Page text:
ProgressoR / Uzbekistan Progressive Rock Pages


Gongzilla (International) - Overall View


Prolusion. Gongzilla, co-leading by the former Gong members: bassist Hansford Rowe, guitarist Bon Lozaga, and vibraphonist and percussionist Benoit Moerlen, is the most integral and successful of Gong's offshoots - at least creatively. The band was formed about ten years ago and its discography features four full-fledged albums at the moment. (Which is not counting those released within the framework of >Project Lo). If you wish to read the review of Hansford Rowe's solo album "No Other", click > here.


1995 - "Suffer"
1996 - "Thrive"
2001 - "Live"
2003 - "East Village Sessions"

Gongzilla - 1995 - "Suffer"
(52 min, LoLo)


1. Gongzilla 6:36 (Lozaga)
2. Bad Habits 3:28 (Moerlen)
3. Sing 4:28 (Rowe)
4. Gongzilla's Dilemma 5:17 (=)
5. Mr. Sinister Minister 4:50 (Lozaga)
6. Almost You 4:12 (=)
7. Mezzanine 4:15 (Moerlen)
8. Hip-Hopnosis 6:48 (Lozaga)
9. Allan Qui? 7:22 (Rowe)
10. Senna 4:56 (=)
11. Camel 0:24 (Moerlen)


Hansford Rowe - basses
Bon Lozaga - guitars & e-bow
Benoit Moerlin - vibes & marimba
Bobby Thomas - percussion
Lionel Cordew - drums
Allan Holdsworth - guitars (on 1, 2, 6, & 9)
Vic Stevens - drums (on 9 & 10)
Ben Perowsky - drums (on 5)
Samuel Rowe - vocalize (on 10)

Produced by Rowe & Lozaga.
Engineered by E. Bona & B. McMahon at "TMP", NJ.
Mastered by C. Muth at "Masterdisc", NYC.

Synopsis. Well, "Suffer" is the first album by Gongzilla, the band that was formed by the three out of four of the core members of one of Gong's classic lineups created the Classic Jazz-Fusion masterpiece "Espresso II" (1978). While Bon Lozaga, Hansford Rowe, and Benoit Moerlen work here as extremely diverse and virtuosi as always, Lionel Cordew's drums sound less diverse and more powerful than those of Pierre Moerlen. However, it's more than merely justified that Gongzilla have chosen a sound that is radically different from that on any of Gong's albums and anything else. "Suffer" is an all-instrumental album, the stylistics of which is very diverse. The music on Gongzilla and Mr. Sinister Minister (1 & 5) harmonizes with the titles of these compositions and represents a highly unique (and dark) union of Cathedral Metal and Classic Jazz-Fusion. Classic Jazz-Fusion with elements of Cathedral Metal is presented on Gongzilla's Dilemma and Mezzanine (4 & 7), and a pure, yet, still unique Classic Jazz-Fusion on Bad Habits, Hip-Hopnosis, and Camel. (Everything is unique on this album, though.) Most of the arrangements on any of the said compositions are in the state of constant development and are filled with all the possible progressive features. All four of the remaining compositions: Sing, Almost You, Allan Qui, and Senna (3, 6, 9, & 10) are also about Classic Jazz-Fusion. The musical palette of each of the first three of them is as rich in varied colors and shades as that on any of the aforementioned tracks, though the arrangements here are a bit less intricate and intensive. The latter of these pieces is somewhat of a concerto for bass and percussion instruments. There also are the fluid guitar solos, but they appear closer to the end of composition. The main soloing instruments on "Suffer" are electric and bass guitars and various vibraphones, including marimba. The parts of hand percussion instruments are notable on about a half of the tracks here, and the synthesizer-like passages of guitar-synth are really evident only on three of them (1, 7, & 8). While Allan Holdsworth's electric guitar appears from time to time on the tracks in the performance of which he has participated, I don't hear that immediately recognizable sound of his hand-made Synthaxe guitar on any of them. As for drums, these are such special instruments, the main task of which is to accentuate a wide-variety of musical events that go off the reel almost everywhere on the album. In all, "Suffer" is a masterwork, which, moreover, is of a rare originality. IMHO, it should be of interest to any of the 'classic' three categories of Prog-lovers: i.e. those into Jazz-Fusion, Art-Rock, and Prog-Metal.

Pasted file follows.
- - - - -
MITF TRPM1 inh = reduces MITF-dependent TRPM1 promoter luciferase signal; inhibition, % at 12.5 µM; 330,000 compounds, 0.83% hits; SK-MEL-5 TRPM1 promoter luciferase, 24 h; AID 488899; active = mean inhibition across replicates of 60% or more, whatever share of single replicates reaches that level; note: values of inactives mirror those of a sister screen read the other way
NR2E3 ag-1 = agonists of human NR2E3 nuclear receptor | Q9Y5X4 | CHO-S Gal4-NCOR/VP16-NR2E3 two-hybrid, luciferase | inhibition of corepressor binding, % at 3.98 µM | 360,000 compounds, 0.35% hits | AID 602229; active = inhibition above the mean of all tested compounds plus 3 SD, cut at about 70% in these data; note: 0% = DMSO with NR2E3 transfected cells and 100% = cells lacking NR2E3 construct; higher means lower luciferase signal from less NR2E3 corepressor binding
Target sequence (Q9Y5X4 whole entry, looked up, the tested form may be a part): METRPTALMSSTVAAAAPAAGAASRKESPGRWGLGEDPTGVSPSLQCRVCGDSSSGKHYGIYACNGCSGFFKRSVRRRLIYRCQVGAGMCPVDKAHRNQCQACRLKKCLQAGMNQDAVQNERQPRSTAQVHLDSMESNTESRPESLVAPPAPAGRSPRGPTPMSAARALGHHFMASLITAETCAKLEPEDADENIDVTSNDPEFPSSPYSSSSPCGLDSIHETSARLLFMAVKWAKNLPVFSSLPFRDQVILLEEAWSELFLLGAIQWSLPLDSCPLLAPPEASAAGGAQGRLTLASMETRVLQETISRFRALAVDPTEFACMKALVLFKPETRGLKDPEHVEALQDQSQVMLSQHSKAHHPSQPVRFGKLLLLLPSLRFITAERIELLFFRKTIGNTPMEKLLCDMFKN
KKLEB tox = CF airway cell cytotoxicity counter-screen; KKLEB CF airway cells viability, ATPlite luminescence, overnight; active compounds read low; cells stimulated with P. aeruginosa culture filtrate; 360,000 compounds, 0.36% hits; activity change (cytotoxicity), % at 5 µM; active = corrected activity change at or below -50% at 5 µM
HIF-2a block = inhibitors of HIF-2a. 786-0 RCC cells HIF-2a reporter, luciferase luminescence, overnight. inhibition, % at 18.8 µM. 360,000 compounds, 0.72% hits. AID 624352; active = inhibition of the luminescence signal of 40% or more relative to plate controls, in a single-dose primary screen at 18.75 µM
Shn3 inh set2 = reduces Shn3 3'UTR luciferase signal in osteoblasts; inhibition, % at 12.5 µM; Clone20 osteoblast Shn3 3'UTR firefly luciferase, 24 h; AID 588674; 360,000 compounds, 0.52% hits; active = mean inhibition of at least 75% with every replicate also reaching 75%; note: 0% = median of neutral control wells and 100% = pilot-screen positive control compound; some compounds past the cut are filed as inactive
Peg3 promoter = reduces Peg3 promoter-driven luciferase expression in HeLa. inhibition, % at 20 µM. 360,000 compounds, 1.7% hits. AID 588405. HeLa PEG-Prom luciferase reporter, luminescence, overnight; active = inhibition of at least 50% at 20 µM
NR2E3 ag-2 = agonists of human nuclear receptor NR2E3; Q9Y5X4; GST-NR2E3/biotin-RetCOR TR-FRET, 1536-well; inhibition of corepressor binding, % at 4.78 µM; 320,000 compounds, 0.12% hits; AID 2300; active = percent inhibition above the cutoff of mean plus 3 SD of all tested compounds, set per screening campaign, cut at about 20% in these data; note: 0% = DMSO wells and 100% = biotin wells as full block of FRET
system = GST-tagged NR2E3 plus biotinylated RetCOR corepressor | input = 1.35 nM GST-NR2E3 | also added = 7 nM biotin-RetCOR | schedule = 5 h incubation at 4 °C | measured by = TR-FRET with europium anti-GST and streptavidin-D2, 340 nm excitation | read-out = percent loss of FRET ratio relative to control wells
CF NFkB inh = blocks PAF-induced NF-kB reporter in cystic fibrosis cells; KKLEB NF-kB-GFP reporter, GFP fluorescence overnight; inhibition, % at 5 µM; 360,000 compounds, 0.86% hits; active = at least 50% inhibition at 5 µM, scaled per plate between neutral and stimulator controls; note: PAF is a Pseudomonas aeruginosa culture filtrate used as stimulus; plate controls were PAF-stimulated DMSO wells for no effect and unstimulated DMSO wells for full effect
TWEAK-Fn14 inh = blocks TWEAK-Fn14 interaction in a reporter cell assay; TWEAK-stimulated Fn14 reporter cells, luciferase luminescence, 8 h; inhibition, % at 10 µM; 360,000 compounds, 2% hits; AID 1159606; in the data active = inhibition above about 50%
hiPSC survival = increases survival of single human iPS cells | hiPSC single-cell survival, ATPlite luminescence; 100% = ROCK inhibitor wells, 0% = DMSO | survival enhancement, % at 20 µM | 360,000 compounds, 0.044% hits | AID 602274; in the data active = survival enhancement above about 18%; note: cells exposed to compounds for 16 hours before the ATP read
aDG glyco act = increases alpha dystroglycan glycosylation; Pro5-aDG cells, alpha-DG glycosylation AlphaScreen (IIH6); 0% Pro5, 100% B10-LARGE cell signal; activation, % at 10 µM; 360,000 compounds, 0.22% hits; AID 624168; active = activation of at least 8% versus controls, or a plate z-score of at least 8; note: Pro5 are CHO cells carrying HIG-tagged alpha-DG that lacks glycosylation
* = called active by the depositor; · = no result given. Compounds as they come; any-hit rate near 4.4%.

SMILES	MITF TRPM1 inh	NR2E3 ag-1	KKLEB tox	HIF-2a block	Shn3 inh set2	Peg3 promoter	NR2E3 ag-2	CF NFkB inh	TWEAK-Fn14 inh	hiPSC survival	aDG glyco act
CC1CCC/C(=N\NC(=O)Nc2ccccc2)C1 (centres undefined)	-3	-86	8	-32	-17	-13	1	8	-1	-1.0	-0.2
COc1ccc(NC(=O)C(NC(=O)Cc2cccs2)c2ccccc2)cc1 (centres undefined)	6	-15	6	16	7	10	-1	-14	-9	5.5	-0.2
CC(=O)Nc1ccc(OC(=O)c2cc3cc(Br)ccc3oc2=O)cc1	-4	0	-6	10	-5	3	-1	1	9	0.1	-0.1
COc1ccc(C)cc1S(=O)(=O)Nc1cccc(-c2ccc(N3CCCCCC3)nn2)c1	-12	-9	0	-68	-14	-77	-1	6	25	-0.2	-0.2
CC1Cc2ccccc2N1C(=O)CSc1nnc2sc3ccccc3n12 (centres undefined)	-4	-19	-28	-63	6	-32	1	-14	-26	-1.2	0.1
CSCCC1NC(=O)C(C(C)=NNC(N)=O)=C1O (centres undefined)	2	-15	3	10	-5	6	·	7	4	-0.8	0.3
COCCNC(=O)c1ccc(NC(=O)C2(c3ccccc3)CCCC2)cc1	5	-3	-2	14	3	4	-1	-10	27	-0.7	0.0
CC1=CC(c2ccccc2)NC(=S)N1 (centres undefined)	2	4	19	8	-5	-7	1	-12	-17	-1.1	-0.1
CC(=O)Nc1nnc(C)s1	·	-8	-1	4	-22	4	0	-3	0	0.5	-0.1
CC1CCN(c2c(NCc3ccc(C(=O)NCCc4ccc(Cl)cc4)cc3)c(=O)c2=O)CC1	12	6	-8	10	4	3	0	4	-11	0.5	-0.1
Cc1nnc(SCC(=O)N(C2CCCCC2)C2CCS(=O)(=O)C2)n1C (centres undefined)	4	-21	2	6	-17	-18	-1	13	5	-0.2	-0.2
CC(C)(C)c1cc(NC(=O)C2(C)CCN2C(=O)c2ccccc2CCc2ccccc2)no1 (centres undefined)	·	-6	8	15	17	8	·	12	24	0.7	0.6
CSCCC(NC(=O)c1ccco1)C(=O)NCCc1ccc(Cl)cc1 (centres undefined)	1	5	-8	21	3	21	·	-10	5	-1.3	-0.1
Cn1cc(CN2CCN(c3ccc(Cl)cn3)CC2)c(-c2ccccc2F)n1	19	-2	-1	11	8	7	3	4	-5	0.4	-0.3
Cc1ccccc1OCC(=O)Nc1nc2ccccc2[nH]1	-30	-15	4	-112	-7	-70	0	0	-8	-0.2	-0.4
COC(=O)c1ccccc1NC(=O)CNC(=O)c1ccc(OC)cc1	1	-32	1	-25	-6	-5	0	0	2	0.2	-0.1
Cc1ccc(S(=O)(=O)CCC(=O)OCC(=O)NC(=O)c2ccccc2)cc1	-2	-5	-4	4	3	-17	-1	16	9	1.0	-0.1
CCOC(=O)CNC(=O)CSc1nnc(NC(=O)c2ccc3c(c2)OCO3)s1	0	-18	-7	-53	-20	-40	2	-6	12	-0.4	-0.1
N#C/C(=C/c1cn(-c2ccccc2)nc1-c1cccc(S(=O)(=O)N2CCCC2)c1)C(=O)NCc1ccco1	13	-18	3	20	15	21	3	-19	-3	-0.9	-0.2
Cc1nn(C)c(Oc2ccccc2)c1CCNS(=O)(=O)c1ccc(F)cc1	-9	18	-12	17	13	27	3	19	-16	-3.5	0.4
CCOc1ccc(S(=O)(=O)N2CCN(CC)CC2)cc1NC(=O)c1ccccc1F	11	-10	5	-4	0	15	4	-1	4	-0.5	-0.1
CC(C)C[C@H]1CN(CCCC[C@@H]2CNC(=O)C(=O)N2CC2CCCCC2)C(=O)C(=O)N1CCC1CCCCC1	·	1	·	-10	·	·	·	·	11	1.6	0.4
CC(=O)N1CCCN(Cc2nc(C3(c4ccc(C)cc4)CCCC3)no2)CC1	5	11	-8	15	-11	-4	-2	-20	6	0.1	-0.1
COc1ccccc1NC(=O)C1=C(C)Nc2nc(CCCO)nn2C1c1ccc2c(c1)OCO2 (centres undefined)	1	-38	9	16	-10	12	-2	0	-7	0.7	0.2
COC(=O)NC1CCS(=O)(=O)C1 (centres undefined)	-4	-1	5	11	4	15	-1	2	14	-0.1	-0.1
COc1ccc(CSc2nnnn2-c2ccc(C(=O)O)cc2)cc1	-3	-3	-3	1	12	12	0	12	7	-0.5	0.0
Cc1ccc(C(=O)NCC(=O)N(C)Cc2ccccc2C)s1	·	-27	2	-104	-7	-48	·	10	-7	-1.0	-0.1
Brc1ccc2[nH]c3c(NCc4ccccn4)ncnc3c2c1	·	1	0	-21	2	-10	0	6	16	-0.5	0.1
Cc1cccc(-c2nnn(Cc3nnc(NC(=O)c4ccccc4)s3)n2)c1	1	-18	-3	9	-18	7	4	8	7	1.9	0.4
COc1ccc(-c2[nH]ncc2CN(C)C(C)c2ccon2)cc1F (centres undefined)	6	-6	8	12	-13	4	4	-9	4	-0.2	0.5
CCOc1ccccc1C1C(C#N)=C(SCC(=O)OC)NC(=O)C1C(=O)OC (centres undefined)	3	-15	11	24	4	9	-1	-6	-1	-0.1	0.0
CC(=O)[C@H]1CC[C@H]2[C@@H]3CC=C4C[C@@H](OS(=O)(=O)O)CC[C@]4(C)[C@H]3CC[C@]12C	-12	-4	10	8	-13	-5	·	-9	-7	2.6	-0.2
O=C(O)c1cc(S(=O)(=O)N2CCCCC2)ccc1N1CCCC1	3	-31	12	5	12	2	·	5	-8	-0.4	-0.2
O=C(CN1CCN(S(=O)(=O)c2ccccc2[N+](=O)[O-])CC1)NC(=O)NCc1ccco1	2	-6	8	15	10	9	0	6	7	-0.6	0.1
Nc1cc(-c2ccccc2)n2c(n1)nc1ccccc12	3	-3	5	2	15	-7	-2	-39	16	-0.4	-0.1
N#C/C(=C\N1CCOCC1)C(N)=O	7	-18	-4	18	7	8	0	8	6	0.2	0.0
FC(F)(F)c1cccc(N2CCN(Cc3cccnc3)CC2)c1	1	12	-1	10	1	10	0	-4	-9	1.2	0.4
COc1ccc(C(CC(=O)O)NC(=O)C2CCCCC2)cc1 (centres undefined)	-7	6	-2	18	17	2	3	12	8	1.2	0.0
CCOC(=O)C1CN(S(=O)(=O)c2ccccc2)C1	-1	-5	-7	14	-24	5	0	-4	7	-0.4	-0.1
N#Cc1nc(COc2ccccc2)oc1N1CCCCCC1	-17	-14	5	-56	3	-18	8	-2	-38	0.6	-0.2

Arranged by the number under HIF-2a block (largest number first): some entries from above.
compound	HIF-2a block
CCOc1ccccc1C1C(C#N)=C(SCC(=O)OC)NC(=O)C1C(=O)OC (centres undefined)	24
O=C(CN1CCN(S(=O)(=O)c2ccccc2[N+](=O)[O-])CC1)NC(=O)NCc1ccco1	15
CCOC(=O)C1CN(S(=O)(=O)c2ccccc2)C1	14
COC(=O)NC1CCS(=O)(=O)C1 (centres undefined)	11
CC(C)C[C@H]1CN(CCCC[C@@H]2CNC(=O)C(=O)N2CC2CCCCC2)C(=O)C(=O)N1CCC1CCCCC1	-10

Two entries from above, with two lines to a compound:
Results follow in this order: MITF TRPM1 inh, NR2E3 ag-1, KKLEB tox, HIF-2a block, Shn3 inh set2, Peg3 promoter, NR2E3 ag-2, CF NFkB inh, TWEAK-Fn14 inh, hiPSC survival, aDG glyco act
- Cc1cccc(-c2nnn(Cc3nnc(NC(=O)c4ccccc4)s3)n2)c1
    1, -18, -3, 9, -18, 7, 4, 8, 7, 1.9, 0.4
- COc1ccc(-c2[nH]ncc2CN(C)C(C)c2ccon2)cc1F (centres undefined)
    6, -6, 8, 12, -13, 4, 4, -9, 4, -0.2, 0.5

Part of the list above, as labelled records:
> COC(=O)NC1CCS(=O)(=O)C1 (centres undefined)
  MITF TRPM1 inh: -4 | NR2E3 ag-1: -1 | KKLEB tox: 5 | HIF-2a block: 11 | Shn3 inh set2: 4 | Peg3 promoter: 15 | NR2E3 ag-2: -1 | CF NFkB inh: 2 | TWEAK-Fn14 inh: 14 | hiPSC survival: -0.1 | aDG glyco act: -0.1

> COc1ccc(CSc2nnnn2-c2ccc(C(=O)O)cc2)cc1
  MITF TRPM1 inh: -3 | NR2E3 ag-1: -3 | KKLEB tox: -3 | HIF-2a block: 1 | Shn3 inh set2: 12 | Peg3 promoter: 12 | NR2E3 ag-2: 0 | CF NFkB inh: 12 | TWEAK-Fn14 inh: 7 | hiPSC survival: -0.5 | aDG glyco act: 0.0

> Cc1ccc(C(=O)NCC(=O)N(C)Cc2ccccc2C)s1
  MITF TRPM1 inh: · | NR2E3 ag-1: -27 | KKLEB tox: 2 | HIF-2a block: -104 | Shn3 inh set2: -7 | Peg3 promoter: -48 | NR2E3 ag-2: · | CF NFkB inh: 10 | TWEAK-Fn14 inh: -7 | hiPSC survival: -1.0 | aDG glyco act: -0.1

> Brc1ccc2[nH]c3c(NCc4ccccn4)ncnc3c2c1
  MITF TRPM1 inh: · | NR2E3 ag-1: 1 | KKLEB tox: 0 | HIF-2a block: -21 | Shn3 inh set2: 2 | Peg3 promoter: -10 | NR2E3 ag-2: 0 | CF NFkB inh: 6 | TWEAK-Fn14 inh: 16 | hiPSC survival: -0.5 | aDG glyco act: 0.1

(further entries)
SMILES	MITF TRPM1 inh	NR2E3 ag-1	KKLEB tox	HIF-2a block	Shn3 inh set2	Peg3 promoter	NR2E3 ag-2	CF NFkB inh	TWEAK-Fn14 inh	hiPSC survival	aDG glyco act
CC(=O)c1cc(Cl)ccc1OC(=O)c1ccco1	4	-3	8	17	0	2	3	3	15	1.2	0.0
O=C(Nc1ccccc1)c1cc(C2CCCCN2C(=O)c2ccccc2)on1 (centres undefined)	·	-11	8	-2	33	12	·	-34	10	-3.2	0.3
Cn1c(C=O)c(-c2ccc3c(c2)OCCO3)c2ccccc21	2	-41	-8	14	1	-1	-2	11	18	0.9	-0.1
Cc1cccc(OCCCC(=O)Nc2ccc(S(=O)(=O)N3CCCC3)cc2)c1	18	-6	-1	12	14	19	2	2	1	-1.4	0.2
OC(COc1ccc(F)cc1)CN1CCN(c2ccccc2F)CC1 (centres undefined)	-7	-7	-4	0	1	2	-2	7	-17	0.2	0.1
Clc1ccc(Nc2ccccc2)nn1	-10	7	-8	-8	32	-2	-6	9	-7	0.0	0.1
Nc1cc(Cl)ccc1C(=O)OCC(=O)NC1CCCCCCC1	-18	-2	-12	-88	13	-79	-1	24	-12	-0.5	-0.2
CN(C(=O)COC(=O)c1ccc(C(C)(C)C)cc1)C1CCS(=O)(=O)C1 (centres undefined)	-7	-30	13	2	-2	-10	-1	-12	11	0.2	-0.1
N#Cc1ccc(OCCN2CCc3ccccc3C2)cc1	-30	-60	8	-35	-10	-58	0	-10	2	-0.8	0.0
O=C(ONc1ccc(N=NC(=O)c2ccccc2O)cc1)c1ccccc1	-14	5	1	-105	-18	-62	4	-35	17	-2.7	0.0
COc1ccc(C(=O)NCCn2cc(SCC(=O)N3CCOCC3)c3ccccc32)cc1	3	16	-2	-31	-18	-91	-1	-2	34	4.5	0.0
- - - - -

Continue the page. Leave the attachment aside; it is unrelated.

VM: April 17, 2003

Gongzilla - 1996 - "Thrive"
(53 min, LoLo)


1. Suffer 8:31 (Lozaga)
2. Say It Loud 4:44 (Rowe)